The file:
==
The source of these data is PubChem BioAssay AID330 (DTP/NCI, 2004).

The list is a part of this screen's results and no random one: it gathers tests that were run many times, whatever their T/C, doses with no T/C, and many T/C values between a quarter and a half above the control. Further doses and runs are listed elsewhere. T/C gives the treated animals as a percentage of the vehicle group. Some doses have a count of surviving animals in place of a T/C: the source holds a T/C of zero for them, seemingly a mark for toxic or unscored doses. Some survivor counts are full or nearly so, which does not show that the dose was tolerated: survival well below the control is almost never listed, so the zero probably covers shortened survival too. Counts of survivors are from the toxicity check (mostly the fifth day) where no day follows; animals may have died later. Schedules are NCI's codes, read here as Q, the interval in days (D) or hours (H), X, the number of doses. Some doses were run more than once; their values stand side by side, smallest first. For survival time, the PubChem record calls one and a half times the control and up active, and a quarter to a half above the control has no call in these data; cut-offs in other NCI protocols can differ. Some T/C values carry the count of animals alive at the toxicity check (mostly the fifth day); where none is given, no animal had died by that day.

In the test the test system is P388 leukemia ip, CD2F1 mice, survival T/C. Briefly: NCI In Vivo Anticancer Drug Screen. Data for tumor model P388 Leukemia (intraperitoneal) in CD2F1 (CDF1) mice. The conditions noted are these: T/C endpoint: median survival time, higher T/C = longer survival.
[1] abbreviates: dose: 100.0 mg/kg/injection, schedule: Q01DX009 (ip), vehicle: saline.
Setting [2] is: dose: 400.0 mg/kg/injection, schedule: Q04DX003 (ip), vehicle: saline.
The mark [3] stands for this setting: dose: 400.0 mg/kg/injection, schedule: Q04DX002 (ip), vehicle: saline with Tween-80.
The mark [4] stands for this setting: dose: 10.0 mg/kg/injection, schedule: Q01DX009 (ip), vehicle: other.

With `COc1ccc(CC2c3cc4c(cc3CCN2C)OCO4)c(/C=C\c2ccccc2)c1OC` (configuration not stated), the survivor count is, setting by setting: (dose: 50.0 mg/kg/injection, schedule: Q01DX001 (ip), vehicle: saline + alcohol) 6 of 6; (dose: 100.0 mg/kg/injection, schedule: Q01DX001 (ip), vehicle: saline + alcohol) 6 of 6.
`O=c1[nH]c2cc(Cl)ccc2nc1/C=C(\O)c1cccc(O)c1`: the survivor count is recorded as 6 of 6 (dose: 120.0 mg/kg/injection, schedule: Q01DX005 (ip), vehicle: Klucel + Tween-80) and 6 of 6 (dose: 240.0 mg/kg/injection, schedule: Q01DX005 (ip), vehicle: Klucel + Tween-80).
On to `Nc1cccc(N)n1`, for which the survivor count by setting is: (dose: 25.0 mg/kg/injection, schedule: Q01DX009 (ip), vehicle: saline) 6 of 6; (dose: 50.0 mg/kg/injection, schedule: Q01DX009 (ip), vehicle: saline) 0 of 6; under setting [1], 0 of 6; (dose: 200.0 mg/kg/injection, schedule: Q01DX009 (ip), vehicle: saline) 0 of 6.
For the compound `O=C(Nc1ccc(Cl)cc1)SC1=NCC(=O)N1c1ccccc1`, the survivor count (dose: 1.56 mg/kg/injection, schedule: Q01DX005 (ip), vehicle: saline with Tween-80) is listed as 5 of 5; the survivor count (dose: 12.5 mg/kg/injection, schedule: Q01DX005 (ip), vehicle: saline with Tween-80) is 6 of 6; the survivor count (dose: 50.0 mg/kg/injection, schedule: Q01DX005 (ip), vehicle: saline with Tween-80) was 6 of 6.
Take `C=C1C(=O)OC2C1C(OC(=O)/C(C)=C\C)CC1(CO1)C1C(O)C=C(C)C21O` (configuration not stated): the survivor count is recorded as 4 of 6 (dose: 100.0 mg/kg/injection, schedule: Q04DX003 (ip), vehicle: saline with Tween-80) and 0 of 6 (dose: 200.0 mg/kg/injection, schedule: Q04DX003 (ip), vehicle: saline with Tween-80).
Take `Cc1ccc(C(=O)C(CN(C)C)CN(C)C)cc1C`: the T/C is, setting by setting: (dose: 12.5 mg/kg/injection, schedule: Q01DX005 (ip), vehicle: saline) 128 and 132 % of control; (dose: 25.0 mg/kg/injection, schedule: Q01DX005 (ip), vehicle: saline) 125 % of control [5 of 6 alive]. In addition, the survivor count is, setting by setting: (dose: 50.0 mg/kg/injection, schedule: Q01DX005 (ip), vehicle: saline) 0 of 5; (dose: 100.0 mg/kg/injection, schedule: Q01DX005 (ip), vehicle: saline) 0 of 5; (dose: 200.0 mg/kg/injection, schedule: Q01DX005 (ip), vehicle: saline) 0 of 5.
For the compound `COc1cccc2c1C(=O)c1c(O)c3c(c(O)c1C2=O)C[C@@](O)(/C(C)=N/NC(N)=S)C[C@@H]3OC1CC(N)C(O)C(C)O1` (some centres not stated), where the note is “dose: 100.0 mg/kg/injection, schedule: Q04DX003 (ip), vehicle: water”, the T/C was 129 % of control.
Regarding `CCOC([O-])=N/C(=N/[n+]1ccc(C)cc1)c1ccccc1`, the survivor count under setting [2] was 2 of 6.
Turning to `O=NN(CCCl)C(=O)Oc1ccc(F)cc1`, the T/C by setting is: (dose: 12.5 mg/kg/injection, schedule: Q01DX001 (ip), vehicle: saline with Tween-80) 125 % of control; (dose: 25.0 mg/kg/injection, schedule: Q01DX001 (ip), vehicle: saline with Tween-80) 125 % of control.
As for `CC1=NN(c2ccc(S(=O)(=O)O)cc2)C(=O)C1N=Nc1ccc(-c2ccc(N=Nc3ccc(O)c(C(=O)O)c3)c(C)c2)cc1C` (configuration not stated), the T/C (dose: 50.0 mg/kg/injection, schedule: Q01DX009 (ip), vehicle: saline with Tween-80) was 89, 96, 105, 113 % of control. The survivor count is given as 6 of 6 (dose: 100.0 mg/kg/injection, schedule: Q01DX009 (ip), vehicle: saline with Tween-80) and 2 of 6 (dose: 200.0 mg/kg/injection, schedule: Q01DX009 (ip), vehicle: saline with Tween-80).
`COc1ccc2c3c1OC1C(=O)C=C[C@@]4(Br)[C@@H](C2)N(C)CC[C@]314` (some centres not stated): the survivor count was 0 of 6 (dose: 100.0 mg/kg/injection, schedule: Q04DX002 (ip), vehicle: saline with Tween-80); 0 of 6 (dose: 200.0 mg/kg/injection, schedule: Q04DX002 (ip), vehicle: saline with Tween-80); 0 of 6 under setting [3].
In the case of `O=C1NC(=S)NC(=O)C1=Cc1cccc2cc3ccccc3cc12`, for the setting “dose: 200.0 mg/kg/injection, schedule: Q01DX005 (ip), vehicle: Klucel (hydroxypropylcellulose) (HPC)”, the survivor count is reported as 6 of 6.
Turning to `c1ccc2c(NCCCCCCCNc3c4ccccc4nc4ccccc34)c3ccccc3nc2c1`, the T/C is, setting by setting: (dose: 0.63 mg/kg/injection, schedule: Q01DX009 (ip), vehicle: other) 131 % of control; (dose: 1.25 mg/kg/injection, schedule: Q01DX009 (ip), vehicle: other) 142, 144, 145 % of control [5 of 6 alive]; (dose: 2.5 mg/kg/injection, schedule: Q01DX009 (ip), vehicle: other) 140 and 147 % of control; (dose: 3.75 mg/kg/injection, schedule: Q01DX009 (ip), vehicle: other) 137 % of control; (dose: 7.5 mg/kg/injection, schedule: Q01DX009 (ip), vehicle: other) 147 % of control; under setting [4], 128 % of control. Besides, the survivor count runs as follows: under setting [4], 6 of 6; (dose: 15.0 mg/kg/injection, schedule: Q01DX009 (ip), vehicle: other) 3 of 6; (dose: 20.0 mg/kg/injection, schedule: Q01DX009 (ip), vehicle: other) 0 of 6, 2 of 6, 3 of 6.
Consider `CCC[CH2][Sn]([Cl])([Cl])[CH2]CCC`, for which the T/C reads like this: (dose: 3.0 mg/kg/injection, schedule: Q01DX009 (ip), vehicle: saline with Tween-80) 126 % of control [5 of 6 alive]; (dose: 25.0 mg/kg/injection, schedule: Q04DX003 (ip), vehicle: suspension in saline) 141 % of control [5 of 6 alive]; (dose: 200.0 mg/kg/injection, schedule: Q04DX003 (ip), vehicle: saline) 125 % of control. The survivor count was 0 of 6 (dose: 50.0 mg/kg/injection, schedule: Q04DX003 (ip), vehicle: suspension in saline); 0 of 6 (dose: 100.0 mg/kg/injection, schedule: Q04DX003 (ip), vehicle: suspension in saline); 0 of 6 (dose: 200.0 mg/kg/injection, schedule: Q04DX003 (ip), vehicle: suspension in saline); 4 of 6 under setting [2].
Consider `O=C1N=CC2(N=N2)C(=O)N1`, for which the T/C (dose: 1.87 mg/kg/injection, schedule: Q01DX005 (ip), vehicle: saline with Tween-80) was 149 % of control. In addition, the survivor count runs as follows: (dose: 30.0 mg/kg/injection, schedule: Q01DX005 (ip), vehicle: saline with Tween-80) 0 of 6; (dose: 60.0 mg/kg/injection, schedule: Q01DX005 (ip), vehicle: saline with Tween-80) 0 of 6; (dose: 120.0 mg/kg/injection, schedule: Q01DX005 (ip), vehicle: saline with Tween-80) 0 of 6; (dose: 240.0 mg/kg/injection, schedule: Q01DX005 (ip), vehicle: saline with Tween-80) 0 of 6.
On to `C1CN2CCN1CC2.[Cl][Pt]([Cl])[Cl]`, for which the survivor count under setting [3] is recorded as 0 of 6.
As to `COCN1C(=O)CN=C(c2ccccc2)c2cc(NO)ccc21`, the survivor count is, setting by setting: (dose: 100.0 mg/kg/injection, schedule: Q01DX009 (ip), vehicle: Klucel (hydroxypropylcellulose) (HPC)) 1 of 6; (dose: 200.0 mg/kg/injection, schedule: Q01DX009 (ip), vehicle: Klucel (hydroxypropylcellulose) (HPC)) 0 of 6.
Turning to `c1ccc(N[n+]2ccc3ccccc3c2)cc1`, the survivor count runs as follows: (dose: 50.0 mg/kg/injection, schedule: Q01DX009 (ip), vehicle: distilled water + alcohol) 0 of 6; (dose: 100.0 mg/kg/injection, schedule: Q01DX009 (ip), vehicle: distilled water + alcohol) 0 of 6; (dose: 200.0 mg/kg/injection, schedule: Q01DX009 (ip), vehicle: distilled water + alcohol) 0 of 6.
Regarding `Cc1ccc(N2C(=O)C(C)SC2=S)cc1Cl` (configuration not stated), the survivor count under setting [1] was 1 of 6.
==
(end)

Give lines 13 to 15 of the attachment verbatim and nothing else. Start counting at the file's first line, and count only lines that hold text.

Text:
Take `Cc1ccc(C(=O)C(CN(C)C)CN(C)C)cc1C`: the T/C is, setting by setting: (dose: 12.5 mg/kg/injection, schedule: Q01DX005 (ip), vehicle: saline) 128 and 132 % of control; (dose: 25.0 mg/kg/injection, schedule: Q01DX005 (ip), vehicle: saline) 125 % of control [5 of 6 alive]. In addition, the survivor count is, setting by setting: (dose: 50.0 mg/kg/injection, schedule: Q01DX005 (ip), vehicle: saline) 0 of 5; (dose: 100.0 mg/kg/injection, schedule: Q01DX005 (ip), vehicle: saline) 0 of 5; (dose: 200.0 mg/kg/injection, schedule: Q01DX005 (ip), vehicle: saline) 0 of 5.
For the compound `COc1cccc2c1C(=O)c1c(O)c3c(c(O)c1C2=O)C[C@@](O)(/C(C)=N/NC(N)=S)C[C@@H]3OC1CC(N)C(O)C(C)O1` (some centres not stated), where the note is “dose: 100.0 mg/kg/injection, schedule: Q04DX003 (ip), vehicle: water”, the T/C was 129 % of control.
Regarding `CCOC([O-])=N/C(=N/[n+]1ccc(C)cc1)c1ccccc1`, the survivor count under setting [2] was 2 of 6.